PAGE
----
Oh no! Not kale!

If you want to make small changes, change the way you do things. If you want to make big changes, change the way you see things." This was a quote I read this morning and it struck a major chord with me. The past few years I've been changing the way I've been doing things on the farm and I've been seeing a lot small changes for the better. I think part of the process of seeing things differently is doing things differently first. One has to be open to seeing things differently though. That is the crux for a lot of people, being receptive to seeing the world differently.

I recently finished reading a book by Barbara Kingsolver called Animal, Vegetable, Miracle. It is a tale of a family's journey into being locavores for a year. They, mostly, consumed food that they grew for themselves or what they could source from about 100 miles away from their small farm in rural Virginia. Some of the things I found most interesting about this book were the statistics. Did you know that for every 1 calorie the average US citizen consumes it takes 87 fossil fuel calories to get it to your mouth? All the energy put into tractors, fertilizers, transportation, processing, packing and distribution before you even drive to the store to buy it, bring it home then cook it for a meal. The more ingredients a product has listed, the 84 more energy it takes to produce that item. All those ingredients have to be milled or manufactured then packaged separately, then it's sent to the manufacturer to be made into the final product. Then that is sent out for distribution to warehouses and on to retailers that's all part of the massive and complex supply system. How many fossil fuel calories did it take to get that hot house tomato to you in January? I know, I've done this. When I lived on the mainland I went to the store in January and a pretty box of shiny red tomatoes catches my eye and I think, man those look delicious. I know in my logical brain that when I get them home and cut them open they will be pale and mealy on the inside but my emotional brain says, it'll be different THIS time. I promise. I'll buy them, get them home only to be disappointed, again. I'll eat them begrudgingly, longing for sweet and juicy summer tomatoes that are still months away from being in season.

Living, working and managing my very own farm has taught me a lot about growing food from first hand experience. I'm still learning and I have a craving to learn all I can as I feel we as a species are at a precipice. Factory farming in all shapes and sizes are killing us and our planet. Yes, we face a lot of issues but in my mind farming is the most important. Why? Because we all need to eat and the production of food is directly related to how we will heal ourselves, our planet and has the best chance of stopping climate change. Organic and sustainable farming can provide the world with nutritious and abundant food for all of us to consume while not only reducing a farm's carbon footprint but sequestering carbon to offset the carbon it does produce. I'll talk more about this in later posts.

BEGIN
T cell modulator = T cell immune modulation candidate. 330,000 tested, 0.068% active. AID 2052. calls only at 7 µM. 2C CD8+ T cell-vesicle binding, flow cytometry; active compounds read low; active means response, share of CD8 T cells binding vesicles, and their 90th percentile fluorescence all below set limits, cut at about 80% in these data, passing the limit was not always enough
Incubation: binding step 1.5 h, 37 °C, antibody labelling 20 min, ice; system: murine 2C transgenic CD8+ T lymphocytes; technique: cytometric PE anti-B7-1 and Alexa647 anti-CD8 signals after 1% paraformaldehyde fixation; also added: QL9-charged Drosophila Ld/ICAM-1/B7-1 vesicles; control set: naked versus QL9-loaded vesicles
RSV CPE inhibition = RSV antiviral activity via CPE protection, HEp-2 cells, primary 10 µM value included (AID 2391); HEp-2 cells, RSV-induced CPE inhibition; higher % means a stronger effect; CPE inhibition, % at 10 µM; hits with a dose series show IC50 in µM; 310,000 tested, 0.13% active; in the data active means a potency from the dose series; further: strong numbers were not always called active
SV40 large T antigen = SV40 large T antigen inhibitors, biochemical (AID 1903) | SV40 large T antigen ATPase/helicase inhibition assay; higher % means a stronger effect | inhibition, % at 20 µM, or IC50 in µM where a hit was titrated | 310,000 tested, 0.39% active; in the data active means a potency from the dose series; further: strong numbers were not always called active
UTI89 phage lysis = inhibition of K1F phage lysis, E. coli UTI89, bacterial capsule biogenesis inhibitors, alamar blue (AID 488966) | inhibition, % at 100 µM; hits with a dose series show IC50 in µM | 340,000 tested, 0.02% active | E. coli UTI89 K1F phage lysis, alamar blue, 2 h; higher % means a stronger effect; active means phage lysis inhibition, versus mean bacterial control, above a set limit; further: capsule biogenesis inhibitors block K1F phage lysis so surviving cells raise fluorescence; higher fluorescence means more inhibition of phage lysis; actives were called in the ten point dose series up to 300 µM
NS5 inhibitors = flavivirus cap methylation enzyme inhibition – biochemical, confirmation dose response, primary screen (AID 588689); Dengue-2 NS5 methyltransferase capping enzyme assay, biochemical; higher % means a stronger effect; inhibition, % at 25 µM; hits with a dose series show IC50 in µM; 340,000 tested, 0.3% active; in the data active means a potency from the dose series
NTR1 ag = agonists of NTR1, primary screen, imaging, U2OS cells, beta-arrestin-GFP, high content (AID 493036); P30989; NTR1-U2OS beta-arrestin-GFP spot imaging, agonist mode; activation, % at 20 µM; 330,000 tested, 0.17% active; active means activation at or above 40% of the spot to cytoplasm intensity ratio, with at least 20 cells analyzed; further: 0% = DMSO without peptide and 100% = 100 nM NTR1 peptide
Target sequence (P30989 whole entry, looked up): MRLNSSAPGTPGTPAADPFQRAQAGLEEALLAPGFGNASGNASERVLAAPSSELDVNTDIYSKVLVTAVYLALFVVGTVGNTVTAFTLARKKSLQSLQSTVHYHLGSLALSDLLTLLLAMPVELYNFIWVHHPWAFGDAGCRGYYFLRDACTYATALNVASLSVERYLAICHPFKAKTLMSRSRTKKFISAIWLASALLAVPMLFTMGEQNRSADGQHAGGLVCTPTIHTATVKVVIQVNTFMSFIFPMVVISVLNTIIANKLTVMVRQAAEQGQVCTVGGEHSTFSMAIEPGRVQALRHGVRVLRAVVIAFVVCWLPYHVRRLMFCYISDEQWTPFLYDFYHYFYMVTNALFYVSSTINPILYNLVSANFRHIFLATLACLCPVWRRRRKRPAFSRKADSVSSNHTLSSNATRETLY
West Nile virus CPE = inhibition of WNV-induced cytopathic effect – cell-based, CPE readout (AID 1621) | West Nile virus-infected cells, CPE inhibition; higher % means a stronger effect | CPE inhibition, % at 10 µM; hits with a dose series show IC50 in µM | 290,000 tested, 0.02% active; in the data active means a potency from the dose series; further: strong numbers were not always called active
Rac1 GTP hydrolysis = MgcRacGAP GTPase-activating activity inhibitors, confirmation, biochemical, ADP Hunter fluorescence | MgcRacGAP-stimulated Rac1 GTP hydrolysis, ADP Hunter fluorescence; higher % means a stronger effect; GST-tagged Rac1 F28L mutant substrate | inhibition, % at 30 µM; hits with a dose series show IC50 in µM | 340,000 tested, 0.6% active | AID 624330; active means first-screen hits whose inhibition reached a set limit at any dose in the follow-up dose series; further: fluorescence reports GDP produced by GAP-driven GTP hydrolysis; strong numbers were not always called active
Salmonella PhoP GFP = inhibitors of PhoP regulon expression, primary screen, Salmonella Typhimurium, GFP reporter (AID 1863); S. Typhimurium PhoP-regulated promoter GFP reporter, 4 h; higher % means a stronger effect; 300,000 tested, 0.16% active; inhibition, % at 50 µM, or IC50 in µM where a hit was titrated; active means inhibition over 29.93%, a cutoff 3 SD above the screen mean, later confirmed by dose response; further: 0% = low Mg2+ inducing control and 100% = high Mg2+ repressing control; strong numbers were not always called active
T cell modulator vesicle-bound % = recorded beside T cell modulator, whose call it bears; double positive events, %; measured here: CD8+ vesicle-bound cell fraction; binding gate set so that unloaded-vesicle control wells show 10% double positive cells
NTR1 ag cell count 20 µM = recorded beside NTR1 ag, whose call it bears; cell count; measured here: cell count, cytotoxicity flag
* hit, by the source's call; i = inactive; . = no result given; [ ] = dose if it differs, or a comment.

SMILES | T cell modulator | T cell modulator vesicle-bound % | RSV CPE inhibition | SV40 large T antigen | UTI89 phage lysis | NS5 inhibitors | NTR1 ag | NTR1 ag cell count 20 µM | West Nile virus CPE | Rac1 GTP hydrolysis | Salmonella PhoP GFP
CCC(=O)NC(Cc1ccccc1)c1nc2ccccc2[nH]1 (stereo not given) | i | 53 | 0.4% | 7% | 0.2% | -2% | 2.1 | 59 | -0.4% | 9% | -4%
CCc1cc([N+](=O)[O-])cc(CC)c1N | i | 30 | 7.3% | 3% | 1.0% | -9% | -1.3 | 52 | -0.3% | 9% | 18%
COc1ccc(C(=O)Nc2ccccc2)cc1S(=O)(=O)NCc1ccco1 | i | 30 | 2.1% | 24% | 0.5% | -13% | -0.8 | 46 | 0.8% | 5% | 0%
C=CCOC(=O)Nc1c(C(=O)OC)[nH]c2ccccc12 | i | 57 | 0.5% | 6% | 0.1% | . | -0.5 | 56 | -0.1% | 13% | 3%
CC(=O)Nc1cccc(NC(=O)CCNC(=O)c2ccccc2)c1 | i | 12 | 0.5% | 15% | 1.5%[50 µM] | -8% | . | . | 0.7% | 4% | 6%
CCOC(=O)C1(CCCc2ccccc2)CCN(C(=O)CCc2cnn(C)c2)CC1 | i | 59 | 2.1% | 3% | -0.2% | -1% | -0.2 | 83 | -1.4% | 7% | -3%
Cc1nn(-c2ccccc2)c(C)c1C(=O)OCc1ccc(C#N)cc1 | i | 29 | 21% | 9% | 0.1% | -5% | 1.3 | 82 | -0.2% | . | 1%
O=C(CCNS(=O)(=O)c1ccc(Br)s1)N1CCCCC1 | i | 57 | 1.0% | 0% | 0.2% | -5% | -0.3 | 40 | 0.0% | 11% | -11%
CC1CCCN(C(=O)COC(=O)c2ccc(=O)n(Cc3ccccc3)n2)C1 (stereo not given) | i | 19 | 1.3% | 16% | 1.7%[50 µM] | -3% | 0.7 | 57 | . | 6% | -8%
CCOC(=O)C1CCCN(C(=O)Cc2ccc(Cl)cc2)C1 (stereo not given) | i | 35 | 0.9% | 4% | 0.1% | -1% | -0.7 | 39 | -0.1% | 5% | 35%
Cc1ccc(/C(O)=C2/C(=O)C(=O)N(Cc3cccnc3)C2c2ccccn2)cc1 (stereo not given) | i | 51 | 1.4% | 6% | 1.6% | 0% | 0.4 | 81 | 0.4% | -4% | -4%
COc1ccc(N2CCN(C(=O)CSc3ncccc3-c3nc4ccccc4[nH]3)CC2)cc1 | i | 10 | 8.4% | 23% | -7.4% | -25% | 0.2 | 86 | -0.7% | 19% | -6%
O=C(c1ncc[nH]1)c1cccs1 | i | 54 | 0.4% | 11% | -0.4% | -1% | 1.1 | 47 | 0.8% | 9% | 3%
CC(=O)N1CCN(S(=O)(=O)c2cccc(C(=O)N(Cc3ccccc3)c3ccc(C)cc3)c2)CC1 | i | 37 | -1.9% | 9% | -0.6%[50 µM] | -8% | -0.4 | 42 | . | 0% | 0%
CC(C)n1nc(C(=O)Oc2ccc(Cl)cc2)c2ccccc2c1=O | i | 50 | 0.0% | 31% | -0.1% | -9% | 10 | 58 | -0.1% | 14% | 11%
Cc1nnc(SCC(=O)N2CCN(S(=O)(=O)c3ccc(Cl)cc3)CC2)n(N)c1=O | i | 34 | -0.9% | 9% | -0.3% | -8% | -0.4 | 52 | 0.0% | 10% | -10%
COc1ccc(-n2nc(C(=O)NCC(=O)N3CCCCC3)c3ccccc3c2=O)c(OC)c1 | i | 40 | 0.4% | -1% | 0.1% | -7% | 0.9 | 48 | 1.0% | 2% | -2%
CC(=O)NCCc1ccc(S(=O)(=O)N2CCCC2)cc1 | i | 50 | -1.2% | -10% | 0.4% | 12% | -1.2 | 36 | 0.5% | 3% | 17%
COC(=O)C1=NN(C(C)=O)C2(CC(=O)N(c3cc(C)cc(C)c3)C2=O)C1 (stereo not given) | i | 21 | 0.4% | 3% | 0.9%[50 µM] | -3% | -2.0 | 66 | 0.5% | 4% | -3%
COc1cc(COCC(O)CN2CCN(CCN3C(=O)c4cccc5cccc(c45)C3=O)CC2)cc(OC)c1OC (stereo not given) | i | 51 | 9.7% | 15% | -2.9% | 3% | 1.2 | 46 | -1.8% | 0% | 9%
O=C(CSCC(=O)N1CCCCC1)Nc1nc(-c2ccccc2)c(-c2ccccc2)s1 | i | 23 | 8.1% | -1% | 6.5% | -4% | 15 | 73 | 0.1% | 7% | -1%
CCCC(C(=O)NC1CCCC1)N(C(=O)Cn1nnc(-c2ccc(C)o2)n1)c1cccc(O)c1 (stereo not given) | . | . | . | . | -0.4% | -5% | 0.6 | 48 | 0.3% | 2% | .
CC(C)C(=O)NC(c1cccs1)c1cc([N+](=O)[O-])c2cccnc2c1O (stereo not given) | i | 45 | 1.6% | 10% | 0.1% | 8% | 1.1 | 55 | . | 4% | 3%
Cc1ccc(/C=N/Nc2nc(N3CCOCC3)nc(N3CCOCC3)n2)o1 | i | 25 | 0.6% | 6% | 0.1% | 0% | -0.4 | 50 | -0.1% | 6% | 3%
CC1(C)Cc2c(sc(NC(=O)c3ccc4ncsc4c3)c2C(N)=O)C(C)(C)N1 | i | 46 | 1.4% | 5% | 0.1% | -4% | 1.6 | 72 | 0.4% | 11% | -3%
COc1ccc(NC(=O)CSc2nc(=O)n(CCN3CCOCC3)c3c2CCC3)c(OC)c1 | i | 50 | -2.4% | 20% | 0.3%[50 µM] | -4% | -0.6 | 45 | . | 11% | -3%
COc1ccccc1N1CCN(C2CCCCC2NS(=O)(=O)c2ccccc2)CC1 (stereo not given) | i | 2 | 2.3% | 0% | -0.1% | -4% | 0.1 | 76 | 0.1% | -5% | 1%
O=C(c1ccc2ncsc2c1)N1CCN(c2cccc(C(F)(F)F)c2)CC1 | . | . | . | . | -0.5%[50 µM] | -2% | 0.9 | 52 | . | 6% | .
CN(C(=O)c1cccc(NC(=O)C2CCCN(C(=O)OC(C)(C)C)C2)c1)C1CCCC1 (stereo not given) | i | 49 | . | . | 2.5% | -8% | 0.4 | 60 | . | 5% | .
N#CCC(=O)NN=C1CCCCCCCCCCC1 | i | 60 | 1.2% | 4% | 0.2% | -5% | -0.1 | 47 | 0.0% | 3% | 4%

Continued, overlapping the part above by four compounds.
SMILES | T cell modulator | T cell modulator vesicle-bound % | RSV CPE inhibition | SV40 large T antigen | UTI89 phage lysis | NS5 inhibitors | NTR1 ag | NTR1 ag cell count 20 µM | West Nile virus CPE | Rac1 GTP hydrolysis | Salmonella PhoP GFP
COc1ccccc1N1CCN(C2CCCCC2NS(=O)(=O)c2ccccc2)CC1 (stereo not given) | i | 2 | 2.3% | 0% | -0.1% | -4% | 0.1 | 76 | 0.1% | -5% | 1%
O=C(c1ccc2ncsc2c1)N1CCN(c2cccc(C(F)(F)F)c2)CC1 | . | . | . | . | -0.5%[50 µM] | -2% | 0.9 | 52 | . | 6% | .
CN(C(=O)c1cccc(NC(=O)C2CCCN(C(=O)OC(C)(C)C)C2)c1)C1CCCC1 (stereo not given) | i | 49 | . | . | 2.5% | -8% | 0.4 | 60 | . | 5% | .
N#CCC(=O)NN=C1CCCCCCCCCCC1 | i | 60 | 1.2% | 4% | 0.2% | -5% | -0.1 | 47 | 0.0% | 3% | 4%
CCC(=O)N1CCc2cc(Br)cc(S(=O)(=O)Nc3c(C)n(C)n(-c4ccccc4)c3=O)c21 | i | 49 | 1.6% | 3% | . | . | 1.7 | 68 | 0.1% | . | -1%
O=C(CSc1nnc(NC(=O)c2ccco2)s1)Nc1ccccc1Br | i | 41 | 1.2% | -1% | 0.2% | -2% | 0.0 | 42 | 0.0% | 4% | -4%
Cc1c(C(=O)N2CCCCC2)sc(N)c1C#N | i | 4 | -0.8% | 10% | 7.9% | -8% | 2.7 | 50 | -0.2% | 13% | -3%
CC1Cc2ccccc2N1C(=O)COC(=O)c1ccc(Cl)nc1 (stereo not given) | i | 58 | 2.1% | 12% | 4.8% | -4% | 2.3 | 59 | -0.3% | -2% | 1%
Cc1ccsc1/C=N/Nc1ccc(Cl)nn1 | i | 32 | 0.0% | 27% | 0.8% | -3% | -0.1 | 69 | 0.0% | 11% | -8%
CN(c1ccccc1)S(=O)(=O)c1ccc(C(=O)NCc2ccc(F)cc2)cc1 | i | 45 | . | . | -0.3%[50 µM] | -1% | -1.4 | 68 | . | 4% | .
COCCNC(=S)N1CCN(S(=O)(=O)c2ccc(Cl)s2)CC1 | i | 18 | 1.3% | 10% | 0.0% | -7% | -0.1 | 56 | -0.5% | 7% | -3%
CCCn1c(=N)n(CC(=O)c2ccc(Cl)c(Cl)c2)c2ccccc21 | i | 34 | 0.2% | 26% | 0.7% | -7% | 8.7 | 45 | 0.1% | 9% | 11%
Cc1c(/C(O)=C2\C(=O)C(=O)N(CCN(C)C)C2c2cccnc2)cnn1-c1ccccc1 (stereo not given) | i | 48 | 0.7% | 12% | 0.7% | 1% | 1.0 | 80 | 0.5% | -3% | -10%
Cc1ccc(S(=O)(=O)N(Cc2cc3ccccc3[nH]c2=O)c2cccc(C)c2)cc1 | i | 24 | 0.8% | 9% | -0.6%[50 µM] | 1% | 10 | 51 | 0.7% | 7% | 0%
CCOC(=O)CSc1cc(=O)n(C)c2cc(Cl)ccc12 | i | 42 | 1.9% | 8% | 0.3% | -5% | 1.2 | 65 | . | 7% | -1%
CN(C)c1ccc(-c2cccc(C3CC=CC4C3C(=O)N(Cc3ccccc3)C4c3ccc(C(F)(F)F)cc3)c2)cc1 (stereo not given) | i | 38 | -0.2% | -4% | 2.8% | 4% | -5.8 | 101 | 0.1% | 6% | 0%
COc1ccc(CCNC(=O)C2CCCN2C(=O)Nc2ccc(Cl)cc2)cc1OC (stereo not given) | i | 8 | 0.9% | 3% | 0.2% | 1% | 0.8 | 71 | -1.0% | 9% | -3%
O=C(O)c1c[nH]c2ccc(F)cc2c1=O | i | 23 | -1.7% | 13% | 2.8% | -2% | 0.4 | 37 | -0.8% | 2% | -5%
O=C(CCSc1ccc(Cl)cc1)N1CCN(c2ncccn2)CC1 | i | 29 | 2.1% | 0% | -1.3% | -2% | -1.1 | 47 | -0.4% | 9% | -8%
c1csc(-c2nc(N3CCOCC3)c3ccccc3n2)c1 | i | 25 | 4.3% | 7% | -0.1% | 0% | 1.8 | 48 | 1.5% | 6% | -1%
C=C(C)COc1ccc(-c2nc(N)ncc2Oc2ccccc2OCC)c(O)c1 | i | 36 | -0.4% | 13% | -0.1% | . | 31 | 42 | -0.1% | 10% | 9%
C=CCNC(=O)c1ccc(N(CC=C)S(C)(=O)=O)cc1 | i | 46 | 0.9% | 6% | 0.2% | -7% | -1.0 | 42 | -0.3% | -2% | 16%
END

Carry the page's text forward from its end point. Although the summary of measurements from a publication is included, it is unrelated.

I've been making small changes to the way I farm and prepare food for myself and my customers, especially since the lock down. I make a spinach, mushroom and feta cheese quiche and it's one of my most popular creations at the markets and from my restaurant too. Every time I open a bag of Californian grown spinach, I cringe. First of all the plastic that goes in the trash and then knowing that this spinach traveled at least 2500 miles to get to my kitchen. Then I'll use electricity to saute it before I bake it in an electric oven. It will eventually be purchased where it will then be driven in a fossil fuel burning vehicle to someone's home before it is finally reheated by gas or electricity before it's consumed. That spinach has traveled farther than most of us have this year or last year. I've been asking local farmers if they grow spinach and the answer is always no. It's too hard, they say. I planted some of my own but even if it goes crazy it will not supply my commercial needs. Then I had a thought, why spinach? What is grown locally that's green and leafy? Kale! We all feared Kale was the answer to all of life's problems all along, didn't we? I know it seems obvious but I have never managed a kitchen or even worked in a restaurant above a dishwasher status at age 16. Everything I know about cooking and running my business I've taught myself. We all get stuck in a rut doing the same thing over and over because it's comfortable and familiar. But by questioning my ingredients and being conscious about my choices I've begun to see the world differently. I've begun to see how my choices affect my health, the health of my customers and the health of our planet. This week I'll be buying locally grown kale from the farmers market instead of California grown spinach at Costco to use in my quiche. The week after that I'll find a new locally grown item to replace another import. I am making a difference, even if it's small one. When the world seems daunting and out of control, find something you can control. Find a farmers market that's still open. Invest in a CSA (community supported agriculture). Reach out to a local farm co-op and see if they have a way for you to buy local produce, maybe it will even be delivered. Ask your local grocery store to carry local produce. Then actually buy it when it's fresh and in season for your area. You'll feel better, I promise, which is a much better promise than a January tomato ever made. Thank you for taking the time to read. Much love and aloha.

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